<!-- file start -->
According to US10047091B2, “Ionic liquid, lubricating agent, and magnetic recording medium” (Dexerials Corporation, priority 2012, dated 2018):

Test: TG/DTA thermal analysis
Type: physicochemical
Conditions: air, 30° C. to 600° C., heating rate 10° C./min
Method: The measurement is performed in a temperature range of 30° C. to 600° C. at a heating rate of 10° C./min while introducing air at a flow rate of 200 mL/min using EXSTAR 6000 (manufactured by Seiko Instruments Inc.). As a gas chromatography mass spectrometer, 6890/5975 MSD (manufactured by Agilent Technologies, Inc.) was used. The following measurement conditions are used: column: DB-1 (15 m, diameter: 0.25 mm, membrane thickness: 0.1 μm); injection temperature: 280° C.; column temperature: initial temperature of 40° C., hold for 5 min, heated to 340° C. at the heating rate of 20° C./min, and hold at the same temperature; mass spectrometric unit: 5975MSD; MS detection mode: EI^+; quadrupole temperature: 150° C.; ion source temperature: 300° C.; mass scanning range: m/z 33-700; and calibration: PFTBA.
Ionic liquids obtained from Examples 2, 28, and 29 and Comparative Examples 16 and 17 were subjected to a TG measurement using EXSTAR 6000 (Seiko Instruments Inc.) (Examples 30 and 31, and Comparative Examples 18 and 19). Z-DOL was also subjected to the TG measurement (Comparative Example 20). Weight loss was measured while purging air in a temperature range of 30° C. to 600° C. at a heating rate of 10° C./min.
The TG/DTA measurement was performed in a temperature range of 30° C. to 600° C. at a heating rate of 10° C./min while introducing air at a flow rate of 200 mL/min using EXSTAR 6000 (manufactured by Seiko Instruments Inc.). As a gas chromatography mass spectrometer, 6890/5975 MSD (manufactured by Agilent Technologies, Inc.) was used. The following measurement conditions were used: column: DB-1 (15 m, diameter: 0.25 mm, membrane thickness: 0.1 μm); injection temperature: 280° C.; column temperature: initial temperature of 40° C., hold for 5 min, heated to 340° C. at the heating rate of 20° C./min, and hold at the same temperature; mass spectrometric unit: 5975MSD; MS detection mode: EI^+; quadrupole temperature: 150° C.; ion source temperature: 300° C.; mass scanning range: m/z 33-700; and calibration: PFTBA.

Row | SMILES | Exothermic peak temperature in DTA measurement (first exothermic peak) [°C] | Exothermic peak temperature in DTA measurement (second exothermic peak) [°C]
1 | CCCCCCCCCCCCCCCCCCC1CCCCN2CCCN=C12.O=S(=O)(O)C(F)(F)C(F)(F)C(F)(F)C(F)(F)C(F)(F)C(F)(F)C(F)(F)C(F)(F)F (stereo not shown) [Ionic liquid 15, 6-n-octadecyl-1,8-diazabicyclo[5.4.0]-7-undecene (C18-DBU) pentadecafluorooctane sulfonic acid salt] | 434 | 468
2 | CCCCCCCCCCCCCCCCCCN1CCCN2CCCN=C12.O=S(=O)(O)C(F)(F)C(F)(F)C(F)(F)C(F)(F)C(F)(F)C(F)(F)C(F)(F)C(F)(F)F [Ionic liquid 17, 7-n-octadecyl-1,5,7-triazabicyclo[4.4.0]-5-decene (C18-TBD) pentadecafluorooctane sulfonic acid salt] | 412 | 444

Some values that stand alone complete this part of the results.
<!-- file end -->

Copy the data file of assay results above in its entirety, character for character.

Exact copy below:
According to US10047091B2, “Ionic liquid, lubricating agent, and magnetic recording medium” (Dexerials Corporation, priority 2012, dated 2018):

Test: TG/DTA thermal analysis
Type: physicochemical
Conditions: air, 30° C. to 600° C., heating rate 10° C./min
Method: The measurement is performed in a temperature range of 30° C. to 600° C. at a heating rate of 10° C./min while introducing air at a flow rate of 200 mL/min using EXSTAR 6000 (manufactured by Seiko Instruments Inc.). As a gas chromatography mass spectrometer, 6890/5975 MSD (manufactured by Agilent Technologies, Inc.) was used. The following measurement conditions are used: column: DB-1 (15 m, diameter: 0.25 mm, membrane thickness: 0.1 μm); injection temperature: 280° C.; column temperature: initial temperature of 40° C., hold for 5 min, heated to 340° C. at the heating rate of 20° C./min, and hold at the same temperature; mass spectrometric unit: 5975MSD; MS detection mode: EI^+; quadrupole temperature: 150° C.; ion source temperature: 300° C.; mass scanning range: m/z 33-700; and calibration: PFTBA.
Ionic liquids obtained from Examples 2, 28, and 29 and Comparative Examples 16 and 17 were subjected to a TG measurement using EXSTAR 6000 (Seiko Instruments Inc.) (Examples 30 and 31, and Comparative Examples 18 and 19). Z-DOL was also subjected to the TG measurement (Comparative Example 20). Weight loss was measured while purging air in a temperature range of 30° C. to 600° C. at a heating rate of 10° C./min.
The TG/DTA measurement was performed in a temperature range of 30° C. to 600° C. at a heating rate of 10° C./min while introducing air at a flow rate of 200 mL/min using EXSTAR 6000 (manufactured by Seiko Instruments Inc.). As a gas chromatography mass spectrometer, 6890/5975 MSD (manufactured by Agilent Technologies, Inc.) was used. The following measurement conditions were used: column: DB-1 (15 m, diameter: 0.25 mm, membrane thickness: 0.1 μm); injection temperature: 280° C.; column temperature: initial temperature of 40° C., hold for 5 min, heated to 340° C. at the heating rate of 20° C./min, and hold at the same temperature; mass spectrometric unit: 5975MSD; MS detection mode: EI^+; quadrupole temperature: 150° C.; ion source temperature: 300° C.; mass scanning range: m/z 33-700; and calibration: PFTBA.

Row | SMILES | Exothermic peak temperature in DTA measurement (first exothermic peak) [°C] | Exothermic peak temperature in DTA measurement (second exothermic peak) [°C]
1 | CCCCCCCCCCCCCCCCCCC1CCCCN2CCCN=C12.O=S(=O)(O)C(F)(F)C(F)(F)C(F)(F)C(F)(F)C(F)(F)C(F)(F)C(F)(F)C(F)(F)F (stereo not shown) [Ionic liquid 15, 6-n-octadecyl-1,8-diazabicyclo[5.4.0]-7-undecene (C18-DBU) pentadecafluorooctane sulfonic acid salt] | 434 | 468
2 | CCCCCCCCCCCCCCCCCCN1CCCN2CCCN=C12.O=S(=O)(O)C(F)(F)C(F)(F)C(F)(F)C(F)(F)C(F)(F)C(F)(F)C(F)(F)C(F)(F)F [Ionic liquid 17, 7-n-octadecyl-1,5,7-triazabicyclo[4.4.0]-5-decene (C18-TBD) pentadecafluorooctane sulfonic acid salt] | 412 | 444

Some values that stand alone complete this part of the results.